Throughout history, pouring salt on the land has symbolized a curse not only for current inhabitants, but also for future generations. Then, during the winter of 1941-42, New Hampshire became the first state in the U.S. to apply salt to roads to help melt snow and ice more quickly. The U.S. used a total of 5,000 pounds of road salt that year. After World War II, road salt became more common. One million tons of salt were used in 1955, and 10 million in 1972. By 2017, local, state and federal highway departments were applying 19.8 million tons of salt every year to roads across the nation.

    Whose future do we seek to curse?

    Though the Roman and Union soldiers’ salting of the earth may have been mostly symbolic, our modern communities face the very real risk of suffering unintended consequences from using road salt, year after year. There is currently no practical technology for removing salt from our surface and groundwater resources and soil once it is there, so the only solution is to use less salt and hope that it doesn’t build up too quickly.

    In Minnesota, 50 lakes and streams have already been contaminated by too much salt and another 120 are near the threshold for impairment. Recent research reported in the Proceedings of the National Academy of Sciences suggests that chloride concentrations are increasing in roughly one-third of all lakes in the northern U.S and Canada. Even the groundwater we drink is at risk. Almost 30% of shallow wells in the Twin Cities metro area have been found to have chloride concentrations above the recommended level for drinking water.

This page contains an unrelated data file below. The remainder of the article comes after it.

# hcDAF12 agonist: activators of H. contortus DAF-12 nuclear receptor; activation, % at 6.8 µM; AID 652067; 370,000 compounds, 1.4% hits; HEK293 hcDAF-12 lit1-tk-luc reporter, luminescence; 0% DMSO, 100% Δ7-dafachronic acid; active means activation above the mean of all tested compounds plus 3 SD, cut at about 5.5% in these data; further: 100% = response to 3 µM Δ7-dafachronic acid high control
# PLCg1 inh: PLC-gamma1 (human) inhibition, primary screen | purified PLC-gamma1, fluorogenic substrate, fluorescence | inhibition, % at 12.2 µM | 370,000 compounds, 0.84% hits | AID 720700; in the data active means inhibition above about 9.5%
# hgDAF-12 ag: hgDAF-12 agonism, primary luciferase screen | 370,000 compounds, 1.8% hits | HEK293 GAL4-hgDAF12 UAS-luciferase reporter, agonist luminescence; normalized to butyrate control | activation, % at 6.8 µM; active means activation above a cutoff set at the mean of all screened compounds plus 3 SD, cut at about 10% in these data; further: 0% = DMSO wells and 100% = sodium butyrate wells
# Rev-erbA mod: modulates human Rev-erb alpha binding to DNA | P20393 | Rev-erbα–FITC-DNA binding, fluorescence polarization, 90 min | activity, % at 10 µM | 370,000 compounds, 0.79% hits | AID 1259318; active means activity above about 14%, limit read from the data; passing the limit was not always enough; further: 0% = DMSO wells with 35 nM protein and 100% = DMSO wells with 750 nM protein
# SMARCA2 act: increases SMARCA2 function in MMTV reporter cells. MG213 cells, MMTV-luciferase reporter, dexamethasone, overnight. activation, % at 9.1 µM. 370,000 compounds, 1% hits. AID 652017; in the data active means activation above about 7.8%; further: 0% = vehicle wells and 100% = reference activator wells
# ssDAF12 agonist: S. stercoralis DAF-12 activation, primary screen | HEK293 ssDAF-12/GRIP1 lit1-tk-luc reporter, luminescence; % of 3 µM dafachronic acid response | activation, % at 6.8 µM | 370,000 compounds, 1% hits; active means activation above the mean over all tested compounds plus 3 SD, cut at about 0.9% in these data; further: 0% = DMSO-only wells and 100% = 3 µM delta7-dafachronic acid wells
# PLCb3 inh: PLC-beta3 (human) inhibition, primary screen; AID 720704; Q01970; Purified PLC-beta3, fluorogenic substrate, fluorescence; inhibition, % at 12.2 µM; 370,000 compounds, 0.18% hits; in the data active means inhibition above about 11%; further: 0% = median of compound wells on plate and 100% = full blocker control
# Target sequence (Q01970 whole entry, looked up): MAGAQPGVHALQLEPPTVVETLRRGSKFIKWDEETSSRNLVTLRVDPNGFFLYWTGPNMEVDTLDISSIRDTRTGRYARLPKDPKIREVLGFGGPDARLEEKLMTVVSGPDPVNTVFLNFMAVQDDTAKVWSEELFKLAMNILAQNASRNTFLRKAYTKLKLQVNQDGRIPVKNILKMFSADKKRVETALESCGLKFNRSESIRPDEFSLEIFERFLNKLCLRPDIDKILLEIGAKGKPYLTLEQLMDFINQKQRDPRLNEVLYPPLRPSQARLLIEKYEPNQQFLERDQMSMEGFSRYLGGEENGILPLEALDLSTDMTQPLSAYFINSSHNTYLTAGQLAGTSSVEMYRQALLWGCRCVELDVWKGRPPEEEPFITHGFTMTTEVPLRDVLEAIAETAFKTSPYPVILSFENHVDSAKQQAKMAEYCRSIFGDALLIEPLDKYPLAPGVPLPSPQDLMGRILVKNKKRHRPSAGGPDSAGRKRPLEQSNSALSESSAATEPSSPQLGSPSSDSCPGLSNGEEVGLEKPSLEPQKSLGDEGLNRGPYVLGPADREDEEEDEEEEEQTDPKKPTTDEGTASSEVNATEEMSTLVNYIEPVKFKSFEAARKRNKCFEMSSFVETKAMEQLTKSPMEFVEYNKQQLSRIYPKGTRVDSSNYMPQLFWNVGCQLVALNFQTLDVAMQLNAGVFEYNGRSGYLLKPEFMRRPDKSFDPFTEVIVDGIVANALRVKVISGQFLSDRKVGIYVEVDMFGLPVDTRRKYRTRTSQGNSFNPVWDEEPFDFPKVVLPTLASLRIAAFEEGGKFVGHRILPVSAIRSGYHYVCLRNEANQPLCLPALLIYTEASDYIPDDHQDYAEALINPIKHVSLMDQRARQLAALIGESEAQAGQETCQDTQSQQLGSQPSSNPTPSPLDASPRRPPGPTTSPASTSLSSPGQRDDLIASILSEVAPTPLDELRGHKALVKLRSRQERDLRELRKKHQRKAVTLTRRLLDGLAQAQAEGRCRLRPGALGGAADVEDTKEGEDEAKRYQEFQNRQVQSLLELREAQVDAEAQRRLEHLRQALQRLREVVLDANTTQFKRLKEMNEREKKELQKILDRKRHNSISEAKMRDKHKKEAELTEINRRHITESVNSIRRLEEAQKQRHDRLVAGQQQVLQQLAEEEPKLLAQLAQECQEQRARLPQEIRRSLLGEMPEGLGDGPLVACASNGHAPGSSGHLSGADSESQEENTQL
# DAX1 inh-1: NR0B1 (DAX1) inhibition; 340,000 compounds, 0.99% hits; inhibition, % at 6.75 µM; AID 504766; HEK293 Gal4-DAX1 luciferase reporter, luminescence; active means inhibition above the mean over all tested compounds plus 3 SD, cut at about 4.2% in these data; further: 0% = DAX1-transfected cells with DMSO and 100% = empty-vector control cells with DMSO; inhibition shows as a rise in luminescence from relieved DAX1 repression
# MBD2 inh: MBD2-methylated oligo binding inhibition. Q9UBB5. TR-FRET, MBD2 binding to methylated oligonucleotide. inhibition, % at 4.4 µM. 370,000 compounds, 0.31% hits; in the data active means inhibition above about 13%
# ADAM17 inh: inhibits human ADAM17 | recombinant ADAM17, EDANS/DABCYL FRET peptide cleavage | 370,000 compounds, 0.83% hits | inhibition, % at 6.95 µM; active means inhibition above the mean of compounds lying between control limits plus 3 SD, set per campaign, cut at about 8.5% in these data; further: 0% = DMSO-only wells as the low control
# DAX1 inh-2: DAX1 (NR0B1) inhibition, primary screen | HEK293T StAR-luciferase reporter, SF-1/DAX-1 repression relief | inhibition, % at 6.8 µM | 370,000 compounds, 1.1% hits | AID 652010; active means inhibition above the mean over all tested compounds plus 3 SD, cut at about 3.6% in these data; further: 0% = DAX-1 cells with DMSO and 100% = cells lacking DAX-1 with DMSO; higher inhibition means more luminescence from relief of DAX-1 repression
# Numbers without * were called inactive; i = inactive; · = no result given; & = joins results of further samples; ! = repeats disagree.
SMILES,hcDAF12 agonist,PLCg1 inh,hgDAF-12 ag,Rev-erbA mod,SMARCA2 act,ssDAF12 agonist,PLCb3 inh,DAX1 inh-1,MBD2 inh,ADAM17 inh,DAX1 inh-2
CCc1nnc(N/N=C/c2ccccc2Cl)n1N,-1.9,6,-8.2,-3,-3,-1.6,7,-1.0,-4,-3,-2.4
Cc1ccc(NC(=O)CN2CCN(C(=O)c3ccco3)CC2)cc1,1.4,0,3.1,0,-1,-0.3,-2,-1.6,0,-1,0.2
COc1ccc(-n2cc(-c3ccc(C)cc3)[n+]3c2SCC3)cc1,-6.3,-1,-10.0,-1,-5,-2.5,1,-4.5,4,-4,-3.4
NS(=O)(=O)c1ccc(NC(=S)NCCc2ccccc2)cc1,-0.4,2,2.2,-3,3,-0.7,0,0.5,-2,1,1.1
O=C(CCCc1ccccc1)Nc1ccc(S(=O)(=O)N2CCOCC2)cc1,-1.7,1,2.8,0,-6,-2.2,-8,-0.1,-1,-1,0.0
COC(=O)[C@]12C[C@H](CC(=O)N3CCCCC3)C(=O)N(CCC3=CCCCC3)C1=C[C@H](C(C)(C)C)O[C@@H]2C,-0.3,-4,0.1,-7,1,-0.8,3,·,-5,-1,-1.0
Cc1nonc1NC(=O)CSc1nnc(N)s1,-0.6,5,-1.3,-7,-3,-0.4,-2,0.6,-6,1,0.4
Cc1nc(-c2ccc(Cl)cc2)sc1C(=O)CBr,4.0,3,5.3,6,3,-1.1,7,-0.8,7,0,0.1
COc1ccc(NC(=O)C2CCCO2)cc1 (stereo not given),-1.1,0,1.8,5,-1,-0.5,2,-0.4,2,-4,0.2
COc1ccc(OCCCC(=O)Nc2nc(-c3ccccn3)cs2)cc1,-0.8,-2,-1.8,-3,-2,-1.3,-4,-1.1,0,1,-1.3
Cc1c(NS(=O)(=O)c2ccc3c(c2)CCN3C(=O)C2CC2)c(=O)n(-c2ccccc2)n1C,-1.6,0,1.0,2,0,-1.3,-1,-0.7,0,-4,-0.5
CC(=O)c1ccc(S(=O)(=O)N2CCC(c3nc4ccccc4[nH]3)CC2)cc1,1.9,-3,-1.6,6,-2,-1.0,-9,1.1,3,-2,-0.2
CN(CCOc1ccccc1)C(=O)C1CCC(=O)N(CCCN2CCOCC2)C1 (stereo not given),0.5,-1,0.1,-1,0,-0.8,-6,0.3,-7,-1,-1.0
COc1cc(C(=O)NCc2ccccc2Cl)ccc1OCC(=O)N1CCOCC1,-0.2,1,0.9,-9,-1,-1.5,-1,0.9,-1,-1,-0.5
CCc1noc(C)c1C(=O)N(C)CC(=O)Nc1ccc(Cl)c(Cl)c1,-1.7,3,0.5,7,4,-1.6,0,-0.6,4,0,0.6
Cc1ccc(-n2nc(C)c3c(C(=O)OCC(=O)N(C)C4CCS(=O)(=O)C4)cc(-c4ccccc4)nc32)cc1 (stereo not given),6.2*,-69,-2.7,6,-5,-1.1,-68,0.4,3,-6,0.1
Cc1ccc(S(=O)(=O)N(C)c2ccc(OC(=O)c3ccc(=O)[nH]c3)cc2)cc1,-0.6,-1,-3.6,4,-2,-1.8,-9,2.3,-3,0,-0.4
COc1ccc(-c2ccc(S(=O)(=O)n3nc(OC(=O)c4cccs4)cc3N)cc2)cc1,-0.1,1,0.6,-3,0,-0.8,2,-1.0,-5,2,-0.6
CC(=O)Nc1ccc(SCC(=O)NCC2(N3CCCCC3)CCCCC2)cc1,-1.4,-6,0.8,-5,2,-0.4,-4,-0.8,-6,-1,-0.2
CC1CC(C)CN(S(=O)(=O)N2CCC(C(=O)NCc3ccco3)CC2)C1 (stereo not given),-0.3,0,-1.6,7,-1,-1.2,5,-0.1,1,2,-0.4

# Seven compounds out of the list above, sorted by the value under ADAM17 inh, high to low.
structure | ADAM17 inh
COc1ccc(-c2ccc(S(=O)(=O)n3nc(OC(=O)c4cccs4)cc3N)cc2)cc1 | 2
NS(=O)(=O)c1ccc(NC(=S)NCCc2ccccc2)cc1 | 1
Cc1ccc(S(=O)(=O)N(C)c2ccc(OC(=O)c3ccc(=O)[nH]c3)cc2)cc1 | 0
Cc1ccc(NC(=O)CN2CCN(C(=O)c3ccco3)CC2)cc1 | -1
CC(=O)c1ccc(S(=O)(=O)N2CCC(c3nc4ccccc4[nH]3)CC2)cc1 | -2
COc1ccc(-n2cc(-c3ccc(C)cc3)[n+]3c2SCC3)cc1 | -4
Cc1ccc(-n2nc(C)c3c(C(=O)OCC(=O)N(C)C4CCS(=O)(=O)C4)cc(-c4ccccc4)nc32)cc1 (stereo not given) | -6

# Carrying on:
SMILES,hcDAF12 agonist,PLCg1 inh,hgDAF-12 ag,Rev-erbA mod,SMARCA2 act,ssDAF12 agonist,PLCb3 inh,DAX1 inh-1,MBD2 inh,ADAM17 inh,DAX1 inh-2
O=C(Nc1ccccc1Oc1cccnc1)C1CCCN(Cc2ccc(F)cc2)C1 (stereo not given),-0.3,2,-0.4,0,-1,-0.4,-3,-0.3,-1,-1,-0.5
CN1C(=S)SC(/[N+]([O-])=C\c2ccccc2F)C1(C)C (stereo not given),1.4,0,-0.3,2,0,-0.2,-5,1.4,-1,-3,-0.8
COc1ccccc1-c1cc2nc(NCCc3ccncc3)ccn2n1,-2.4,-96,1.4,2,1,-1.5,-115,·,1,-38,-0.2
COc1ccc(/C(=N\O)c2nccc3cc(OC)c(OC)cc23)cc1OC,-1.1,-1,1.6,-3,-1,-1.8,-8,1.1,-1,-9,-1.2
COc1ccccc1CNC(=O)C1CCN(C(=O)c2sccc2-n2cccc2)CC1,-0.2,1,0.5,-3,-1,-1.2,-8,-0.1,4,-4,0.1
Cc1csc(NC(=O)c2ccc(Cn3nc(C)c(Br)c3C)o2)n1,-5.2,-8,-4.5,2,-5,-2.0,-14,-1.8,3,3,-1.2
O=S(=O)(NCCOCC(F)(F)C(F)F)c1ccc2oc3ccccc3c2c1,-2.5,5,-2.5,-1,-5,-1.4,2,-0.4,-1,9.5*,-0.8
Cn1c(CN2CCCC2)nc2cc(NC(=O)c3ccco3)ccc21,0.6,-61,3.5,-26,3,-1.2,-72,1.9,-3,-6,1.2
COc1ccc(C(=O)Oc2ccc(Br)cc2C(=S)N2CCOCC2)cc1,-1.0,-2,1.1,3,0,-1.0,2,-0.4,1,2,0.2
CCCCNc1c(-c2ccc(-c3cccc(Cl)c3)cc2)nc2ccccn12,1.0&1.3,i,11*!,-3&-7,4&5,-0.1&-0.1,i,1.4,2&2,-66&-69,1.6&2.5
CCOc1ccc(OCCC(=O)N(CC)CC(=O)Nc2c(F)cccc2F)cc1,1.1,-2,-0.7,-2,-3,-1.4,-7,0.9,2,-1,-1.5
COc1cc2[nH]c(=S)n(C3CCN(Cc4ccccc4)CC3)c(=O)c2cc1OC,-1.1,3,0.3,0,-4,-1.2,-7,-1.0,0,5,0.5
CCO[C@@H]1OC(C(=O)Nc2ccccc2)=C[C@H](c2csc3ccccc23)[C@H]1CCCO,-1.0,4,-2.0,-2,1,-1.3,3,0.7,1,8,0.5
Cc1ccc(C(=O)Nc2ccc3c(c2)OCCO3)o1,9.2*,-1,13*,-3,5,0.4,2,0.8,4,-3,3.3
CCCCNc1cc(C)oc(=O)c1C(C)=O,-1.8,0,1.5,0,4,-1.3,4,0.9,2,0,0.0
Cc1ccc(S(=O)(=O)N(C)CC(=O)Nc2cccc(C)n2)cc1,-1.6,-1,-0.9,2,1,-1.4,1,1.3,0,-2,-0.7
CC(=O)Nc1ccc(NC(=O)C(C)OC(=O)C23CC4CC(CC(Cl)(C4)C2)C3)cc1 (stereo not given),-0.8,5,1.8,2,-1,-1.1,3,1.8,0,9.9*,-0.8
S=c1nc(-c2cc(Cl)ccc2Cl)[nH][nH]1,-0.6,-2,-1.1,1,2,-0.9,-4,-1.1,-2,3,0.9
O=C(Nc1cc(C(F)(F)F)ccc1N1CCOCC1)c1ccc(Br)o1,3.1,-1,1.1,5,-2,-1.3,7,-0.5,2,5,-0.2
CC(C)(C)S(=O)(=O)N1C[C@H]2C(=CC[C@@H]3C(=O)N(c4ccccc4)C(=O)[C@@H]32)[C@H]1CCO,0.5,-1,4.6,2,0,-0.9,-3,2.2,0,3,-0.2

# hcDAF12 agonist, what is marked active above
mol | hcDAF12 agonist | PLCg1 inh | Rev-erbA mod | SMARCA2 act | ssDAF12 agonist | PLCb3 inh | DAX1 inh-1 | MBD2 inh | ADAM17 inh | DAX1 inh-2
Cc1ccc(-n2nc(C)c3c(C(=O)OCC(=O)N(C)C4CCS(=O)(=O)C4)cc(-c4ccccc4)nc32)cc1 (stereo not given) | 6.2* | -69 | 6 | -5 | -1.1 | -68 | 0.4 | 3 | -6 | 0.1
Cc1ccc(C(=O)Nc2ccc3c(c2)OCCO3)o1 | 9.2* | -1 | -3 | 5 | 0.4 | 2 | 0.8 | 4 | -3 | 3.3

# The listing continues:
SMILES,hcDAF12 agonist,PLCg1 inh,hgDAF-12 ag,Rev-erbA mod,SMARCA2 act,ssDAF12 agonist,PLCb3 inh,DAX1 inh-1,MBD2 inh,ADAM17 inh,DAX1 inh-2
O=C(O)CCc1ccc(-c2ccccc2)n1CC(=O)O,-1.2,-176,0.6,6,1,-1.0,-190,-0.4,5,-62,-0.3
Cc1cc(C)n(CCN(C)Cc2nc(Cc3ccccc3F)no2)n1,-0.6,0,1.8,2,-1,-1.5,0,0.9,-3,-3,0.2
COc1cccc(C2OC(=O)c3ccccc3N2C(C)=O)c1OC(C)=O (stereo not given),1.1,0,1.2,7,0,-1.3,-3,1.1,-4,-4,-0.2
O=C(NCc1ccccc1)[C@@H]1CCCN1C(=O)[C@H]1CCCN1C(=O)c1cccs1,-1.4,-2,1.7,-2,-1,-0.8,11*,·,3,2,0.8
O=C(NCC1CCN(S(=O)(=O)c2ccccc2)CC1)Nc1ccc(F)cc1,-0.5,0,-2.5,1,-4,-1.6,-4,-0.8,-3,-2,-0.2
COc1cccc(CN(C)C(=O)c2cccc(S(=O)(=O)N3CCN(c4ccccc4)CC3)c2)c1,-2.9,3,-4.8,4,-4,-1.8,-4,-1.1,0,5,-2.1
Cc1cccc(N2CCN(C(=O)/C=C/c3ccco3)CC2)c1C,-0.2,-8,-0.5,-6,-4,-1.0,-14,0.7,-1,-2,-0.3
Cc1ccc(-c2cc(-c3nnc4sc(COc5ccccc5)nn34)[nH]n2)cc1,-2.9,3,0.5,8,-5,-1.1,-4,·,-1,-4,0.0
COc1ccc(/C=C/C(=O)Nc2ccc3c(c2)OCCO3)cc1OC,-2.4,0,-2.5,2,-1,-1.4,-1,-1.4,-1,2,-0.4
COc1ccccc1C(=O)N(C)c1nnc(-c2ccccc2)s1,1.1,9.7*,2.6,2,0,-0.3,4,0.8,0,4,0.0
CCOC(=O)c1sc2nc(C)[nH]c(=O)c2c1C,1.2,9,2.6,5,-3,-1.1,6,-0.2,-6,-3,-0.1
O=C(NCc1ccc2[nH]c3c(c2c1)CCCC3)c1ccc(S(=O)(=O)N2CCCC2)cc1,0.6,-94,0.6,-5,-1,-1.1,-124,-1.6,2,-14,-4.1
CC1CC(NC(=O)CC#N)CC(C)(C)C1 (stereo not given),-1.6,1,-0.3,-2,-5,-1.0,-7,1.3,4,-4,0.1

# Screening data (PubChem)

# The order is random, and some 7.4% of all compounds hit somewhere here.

We all value our safety when driving in winter weather, but clean water and healthy soils are vital to our long-term survival as well. Here are five suggestions from local experts on how each of us can help:

    1. Drive slower and wear appropriate shoes when it’s snowy and icy outside. This helps to support road maintenance crews, as well as large parking lot owners, in their efforts to reduce salt use.

    2. Use less salt on your own driveway and sidewalk. One pound of salt (one heaping coffee mug) is enough to clear a 20-fo

      1. ot driveway or 10 sidewalk squares (250 square feet). Always shovel before using salt.

      2. Skip the salt when it is colder than 15 degrees. Salt works by lowering the melting temperature of ice so that it melts when the temperature is below freezing (32 degrees). However, traditional road salt (sodium chloride) doesn’t work when it’s colder than 15 degrees, so it is a waste of time and money to put down salt on very cold days. Magnesium chloride and calcium chloride work at colder temperatures (minus-10 degrees and minus-20 degrees, respectively) but can be more expensive.

      3. Sweep up and reuse leftover salt after the ice melts.

      4. Stop using your water softener if your water hardness is less than 120 milligrams per liter CaCO3. If you do need a water softener, switch from a timer-based to a demand-based system and install a bypass for your outside spigot so that you aren’t softening water for irrigation.

      Learn more about chloride and its impact on Minnesota water at www.pca.state.mn.us/water/chloride-salts.


  • 19 Nov 2019 3:29 PM | Smart About Salt (Administrator)

    https://www.cbc.ca/news/canada/kitchener-waterloo/salt-snow-ice-winter-1.5364063

    The great salt shortage of 2018-2019 is behind us, but the days of cheap rock salt are probably over.

    Municipalities are preparing for the worst, including the Region of Waterloo which has budgeted half a million dollars more just for salt in its next fiscal plan.